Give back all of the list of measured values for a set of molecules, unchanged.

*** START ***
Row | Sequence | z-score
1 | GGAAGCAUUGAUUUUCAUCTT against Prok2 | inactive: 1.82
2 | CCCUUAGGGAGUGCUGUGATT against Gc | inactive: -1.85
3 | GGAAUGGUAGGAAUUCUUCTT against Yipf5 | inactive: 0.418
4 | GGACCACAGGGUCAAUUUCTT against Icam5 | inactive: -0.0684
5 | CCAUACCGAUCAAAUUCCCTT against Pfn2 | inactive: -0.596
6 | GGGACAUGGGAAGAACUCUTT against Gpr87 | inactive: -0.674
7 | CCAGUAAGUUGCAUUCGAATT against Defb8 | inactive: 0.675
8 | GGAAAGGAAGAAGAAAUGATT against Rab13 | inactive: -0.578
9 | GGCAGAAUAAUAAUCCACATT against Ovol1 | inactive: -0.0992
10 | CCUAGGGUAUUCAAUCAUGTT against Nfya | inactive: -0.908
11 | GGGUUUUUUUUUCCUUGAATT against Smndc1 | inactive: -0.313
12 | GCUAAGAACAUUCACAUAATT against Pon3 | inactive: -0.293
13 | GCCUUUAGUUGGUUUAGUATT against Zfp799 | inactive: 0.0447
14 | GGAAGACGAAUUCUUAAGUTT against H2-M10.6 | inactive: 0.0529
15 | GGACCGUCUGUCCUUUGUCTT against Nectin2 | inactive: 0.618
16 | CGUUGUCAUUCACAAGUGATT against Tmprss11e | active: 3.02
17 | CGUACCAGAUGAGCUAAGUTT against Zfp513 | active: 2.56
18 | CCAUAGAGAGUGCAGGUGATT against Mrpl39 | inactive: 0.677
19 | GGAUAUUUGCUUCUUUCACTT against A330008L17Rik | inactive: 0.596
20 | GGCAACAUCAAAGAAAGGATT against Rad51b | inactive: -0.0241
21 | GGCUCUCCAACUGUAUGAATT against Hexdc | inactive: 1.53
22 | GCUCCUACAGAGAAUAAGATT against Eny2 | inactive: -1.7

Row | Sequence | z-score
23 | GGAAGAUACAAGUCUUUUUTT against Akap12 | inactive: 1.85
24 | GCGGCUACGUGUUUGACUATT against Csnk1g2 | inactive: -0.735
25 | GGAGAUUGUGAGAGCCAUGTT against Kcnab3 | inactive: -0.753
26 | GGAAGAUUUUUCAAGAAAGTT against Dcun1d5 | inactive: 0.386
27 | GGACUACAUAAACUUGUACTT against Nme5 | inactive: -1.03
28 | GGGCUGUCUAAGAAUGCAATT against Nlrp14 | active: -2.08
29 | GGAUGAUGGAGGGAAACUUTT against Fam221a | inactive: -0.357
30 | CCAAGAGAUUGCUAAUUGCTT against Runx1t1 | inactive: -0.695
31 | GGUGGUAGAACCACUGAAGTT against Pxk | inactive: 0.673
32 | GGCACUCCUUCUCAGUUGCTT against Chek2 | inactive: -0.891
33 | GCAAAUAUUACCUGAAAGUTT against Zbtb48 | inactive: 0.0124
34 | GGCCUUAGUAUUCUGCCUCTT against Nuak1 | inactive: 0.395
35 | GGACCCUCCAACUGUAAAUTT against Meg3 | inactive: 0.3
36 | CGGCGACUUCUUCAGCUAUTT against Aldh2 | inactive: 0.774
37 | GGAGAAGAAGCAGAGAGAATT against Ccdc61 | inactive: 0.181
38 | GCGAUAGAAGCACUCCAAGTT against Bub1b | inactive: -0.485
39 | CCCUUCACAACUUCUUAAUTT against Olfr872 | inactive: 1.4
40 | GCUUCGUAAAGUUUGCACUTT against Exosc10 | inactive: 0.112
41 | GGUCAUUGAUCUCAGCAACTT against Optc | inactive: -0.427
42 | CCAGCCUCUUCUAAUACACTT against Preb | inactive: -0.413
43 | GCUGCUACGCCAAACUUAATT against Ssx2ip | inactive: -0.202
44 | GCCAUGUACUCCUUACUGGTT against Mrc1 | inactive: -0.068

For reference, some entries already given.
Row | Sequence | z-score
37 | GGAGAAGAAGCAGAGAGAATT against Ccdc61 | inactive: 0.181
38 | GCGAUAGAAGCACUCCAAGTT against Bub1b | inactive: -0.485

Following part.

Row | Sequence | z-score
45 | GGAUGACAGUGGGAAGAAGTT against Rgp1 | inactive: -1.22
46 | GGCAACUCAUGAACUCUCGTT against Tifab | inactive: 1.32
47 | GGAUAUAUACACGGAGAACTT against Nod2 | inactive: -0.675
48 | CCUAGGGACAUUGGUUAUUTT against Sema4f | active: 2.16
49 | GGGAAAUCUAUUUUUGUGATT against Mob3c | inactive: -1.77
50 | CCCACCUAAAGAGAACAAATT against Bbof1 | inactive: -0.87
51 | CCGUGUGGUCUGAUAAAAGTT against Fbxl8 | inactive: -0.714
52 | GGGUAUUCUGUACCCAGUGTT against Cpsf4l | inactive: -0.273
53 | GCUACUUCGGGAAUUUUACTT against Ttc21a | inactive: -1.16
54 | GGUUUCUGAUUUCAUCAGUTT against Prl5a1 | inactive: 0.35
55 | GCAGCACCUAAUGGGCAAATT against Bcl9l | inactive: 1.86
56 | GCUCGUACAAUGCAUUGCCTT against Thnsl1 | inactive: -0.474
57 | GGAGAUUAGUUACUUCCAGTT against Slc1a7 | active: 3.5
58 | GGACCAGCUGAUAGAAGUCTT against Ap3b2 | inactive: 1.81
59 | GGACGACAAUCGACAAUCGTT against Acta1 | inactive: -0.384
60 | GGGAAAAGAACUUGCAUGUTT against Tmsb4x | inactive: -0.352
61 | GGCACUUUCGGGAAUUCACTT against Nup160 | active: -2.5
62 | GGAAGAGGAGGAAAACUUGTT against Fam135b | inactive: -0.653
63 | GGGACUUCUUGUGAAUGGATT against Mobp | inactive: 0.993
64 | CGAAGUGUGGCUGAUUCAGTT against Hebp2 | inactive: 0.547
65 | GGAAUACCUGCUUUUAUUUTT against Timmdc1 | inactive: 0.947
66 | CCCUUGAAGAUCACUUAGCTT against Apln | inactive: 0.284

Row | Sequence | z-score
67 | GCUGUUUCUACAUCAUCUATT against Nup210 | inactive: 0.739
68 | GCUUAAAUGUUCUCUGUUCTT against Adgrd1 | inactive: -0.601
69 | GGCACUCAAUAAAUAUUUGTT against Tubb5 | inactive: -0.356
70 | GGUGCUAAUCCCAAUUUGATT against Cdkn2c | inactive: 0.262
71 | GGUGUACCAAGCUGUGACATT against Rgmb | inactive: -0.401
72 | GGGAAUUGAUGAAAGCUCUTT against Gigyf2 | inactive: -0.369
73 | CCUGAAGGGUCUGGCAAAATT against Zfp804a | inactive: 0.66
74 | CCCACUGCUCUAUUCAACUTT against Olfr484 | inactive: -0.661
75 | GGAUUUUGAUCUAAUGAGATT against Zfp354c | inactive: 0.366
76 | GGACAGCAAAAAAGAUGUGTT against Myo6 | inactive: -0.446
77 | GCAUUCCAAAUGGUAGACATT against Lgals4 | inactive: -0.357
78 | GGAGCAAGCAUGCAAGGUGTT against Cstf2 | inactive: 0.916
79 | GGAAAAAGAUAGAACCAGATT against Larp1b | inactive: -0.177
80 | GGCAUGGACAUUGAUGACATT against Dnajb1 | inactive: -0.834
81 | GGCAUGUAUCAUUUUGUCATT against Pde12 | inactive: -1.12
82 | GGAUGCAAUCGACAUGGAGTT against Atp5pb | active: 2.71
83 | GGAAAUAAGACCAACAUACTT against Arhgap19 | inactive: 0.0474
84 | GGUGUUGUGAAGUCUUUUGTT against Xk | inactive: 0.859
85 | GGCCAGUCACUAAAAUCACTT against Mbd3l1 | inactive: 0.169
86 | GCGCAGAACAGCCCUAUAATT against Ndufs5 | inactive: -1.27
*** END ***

Row | Sequence | z-score
1 | GGAAGCAUUGAUUUUCAUCTT against Prok2 | inactive: 1.82
2 | CCCUUAGGGAGUGCUGUGATT against Gc | inactive: -1.85
3 | GGAAUGGUAGGAAUUCUUCTT against Yipf5 | inactive: 0.418
4 | GGACCACAGGGUCAAUUUCTT against Icam5 | inactive: -0.0684
5 | CCAUACCGAUCAAAUUCCCTT against Pfn2 | inactive: -0.596
6 | GGGACAUGGGAAGAACUCUTT against Gpr87 | inactive: -0.674
7 | CCAGUAAGUUGCAUUCGAATT against Defb8 | inactive: 0.675
8 | GGAAAGGAAGAAGAAAUGATT against Rab13 | inactive: -0.578
9 | GGCAGAAUAAUAAUCCACATT against Ovol1 | inactive: -0.0992
10 | CCUAGGGUAUUCAAUCAUGTT against Nfya | inactive: -0.908
11 | GGGUUUUUUUUUCCUUGAATT against Smndc1 | inactive: -0.313
12 | GCUAAGAACAUUCACAUAATT against Pon3 | inactive: -0.293
13 | GCCUUUAGUUGGUUUAGUATT against Zfp799 | inactive: 0.0447
14 | GGAAGACGAAUUCUUAAGUTT against H2-M10.6 | inactive: 0.0529
15 | GGACCGUCUGUCCUUUGUCTT against Nectin2 | inactive: 0.618
16 | CGUUGUCAUUCACAAGUGATT against Tmprss11e | active: 3.02
17 | CGUACCAGAUGAGCUAAGUTT against Zfp513 | active: 2.56
18 | CCAUAGAGAGUGCAGGUGATT against Mrpl39 | inactive: 0.677
19 | GGAUAUUUGCUUCUUUCACTT against A330008L17Rik | inactive: 0.596
20 | GGCAACAUCAAAGAAAGGATT against Rad51b | inactive: -0.0241
21 | GGCUCUCCAACUGUAUGAATT against Hexdc | inactive: 1.53
22 | GCUCCUACAGAGAAUAAGATT against Eny2 | inactive: -1.7

Row | Sequence | z-score
23 | GGAAGAUACAAGUCUUUUUTT against Akap12 | inactive: 1.85
24 | GCGGCUACGUGUUUGACUATT against Csnk1g2 | inactive: -0.735
25 | GGAGAUUGUGAGAGCCAUGTT against Kcnab3 | inactive: -0.753
26 | GGAAGAUUUUUCAAGAAAGTT against Dcun1d5 | inactive: 0.386
27 | GGACUACAUAAACUUGUACTT against Nme5 | inactive: -1.03
28 | GGGCUGUCUAAGAAUGCAATT against Nlrp14 | active: -2.08
29 | GGAUGAUGGAGGGAAACUUTT against Fam221a | inactive: -0.357
30 | CCAAGAGAUUGCUAAUUGCTT against Runx1t1 | inactive: -0.695
31 | GGUGGUAGAACCACUGAAGTT against Pxk | inactive: 0.673
32 | GGCACUCCUUCUCAGUUGCTT against Chek2 | inactive: -0.891
33 | GCAAAUAUUACCUGAAAGUTT against Zbtb48 | inactive: 0.0124
34 | GGCCUUAGUAUUCUGCCUCTT against Nuak1 | inactive: 0.395
35 | GGACCCUCCAACUGUAAAUTT against Meg3 | inactive: 0.3
36 | CGGCGACUUCUUCAGCUAUTT against Aldh2 | inactive: 0.774
37 | GGAGAAGAAGCAGAGAGAATT against Ccdc61 | inactive: 0.181
38 | GCGAUAGAAGCACUCCAAGTT against Bub1b | inactive: -0.485
39 | CCCUUCACAACUUCUUAAUTT against Olfr872 | inactive: 1.4
40 | GCUUCGUAAAGUUUGCACUTT against Exosc10 | inactive: 0.112
41 | GGUCAUUGAUCUCAGCAACTT against Optc | inactive: -0.427
42 | CCAGCCUCUUCUAAUACACTT against Preb | inactive: -0.413
43 | GCUGCUACGCCAAACUUAATT against Ssx2ip | inactive: -0.202
44 | GCCAUGUACUCCUUACUGGTT against Mrc1 | inactive: -0.068

For reference, some entries already given.
Row | Sequence | z-score
37 | GGAGAAGAAGCAGAGAGAATT against Ccdc61 | inactive: 0.181
38 | GCGAUAGAAGCACUCCAAGTT against Bub1b | inactive: -0.485

Following part.

Row | Sequence | z-score
45 | GGAUGACAGUGGGAAGAAGTT against Rgp1 | inactive: -1.22
46 | GGCAACUCAUGAACUCUCGTT against Tifab | inactive: 1.32
47 | GGAUAUAUACACGGAGAACTT against Nod2 | inactive: -0.675
48 | CCUAGGGACAUUGGUUAUUTT against Sema4f | active: 2.16
49 | GGGAAAUCUAUUUUUGUGATT against Mob3c | inactive: -1.77
50 | CCCACCUAAAGAGAACAAATT against Bbof1 | inactive: -0.87
51 | CCGUGUGGUCUGAUAAAAGTT against Fbxl8 | inactive: -0.714
52 | GGGUAUUCUGUACCCAGUGTT against Cpsf4l | inactive: -0.273
53 | GCUACUUCGGGAAUUUUACTT against Ttc21a | inactive: -1.16
54 | GGUUUCUGAUUUCAUCAGUTT against Prl5a1 | inactive: 0.35
55 | GCAGCACCUAAUGGGCAAATT against Bcl9l | inactive: 1.86
56 | GCUCGUACAAUGCAUUGCCTT against Thnsl1 | inactive: -0.474
57 | GGAGAUUAGUUACUUCCAGTT against Slc1a7 | active: 3.5
58 | GGACCAGCUGAUAGAAGUCTT against Ap3b2 | inactive: 1.81
59 | GGACGACAAUCGACAAUCGTT against Acta1 | inactive: -0.384
60 | GGGAAAAGAACUUGCAUGUTT against Tmsb4x | inactive: -0.352
61 | GGCACUUUCGGGAAUUCACTT against Nup160 | active: -2.5
62 | GGAAGAGGAGGAAAACUUGTT against Fam135b | inactive: -0.653
63 | GGGACUUCUUGUGAAUGGATT against Mobp | inactive: 0.993
64 | CGAAGUGUGGCUGAUUCAGTT against Hebp2 | inactive: 0.547
65 | GGAAUACCUGCUUUUAUUUTT against Timmdc1 | inactive: 0.947
66 | CCCUUGAAGAUCACUUAGCTT against Apln | inactive: 0.284

Row | Sequence | z-score
67 | GCUGUUUCUACAUCAUCUATT against Nup210 | inactive: 0.739
68 | GCUUAAAUGUUCUCUGUUCTT against Adgrd1 | inactive: -0.601
69 | GGCACUCAAUAAAUAUUUGTT against Tubb5 | inactive: -0.356
70 | GGUGCUAAUCCCAAUUUGATT against Cdkn2c | inactive: 0.262
71 | GGUGUACCAAGCUGUGACATT against Rgmb | inactive: -0.401
72 | GGGAAUUGAUGAAAGCUCUTT against Gigyf2 | inactive: -0.369
73 | CCUGAAGGGUCUGGCAAAATT against Zfp804a | inactive: 0.66
74 | CCCACUGCUCUAUUCAACUTT against Olfr484 | inactive: -0.661
75 | GGAUUUUGAUCUAAUGAGATT against Zfp354c | inactive: 0.366
76 | GGACAGCAAAAAAGAUGUGTT against Myo6 | inactive: -0.446
77 | GCAUUCCAAAUGGUAGACATT against Lgals4 | inactive: -0.357
78 | GGAGCAAGCAUGCAAGGUGTT against Cstf2 | inactive: 0.916
79 | GGAAAAAGAUAGAACCAGATT against Larp1b | inactive: -0.177
80 | GGCAUGGACAUUGAUGACATT against Dnajb1 | inactive: -0.834
81 | GGCAUGUAUCAUUUUGUCATT against Pde12 | inactive: -1.12
82 | GGAUGCAAUCGACAUGGAGTT against Atp5pb | active: 2.71
83 | GGAAAUAAGACCAACAUACTT against Arhgap19 | inactive: 0.0474
84 | GGUGUUGUGAAGUCUUUUGTT against Xk | inactive: 0.859
85 | GGCCAGUCACUAAAAUCACTT against Mbd3l1 | inactive: 0.169
86 | GCGCAGAACAGCCCUAUAATT against Ndufs5 | inactive: -1.27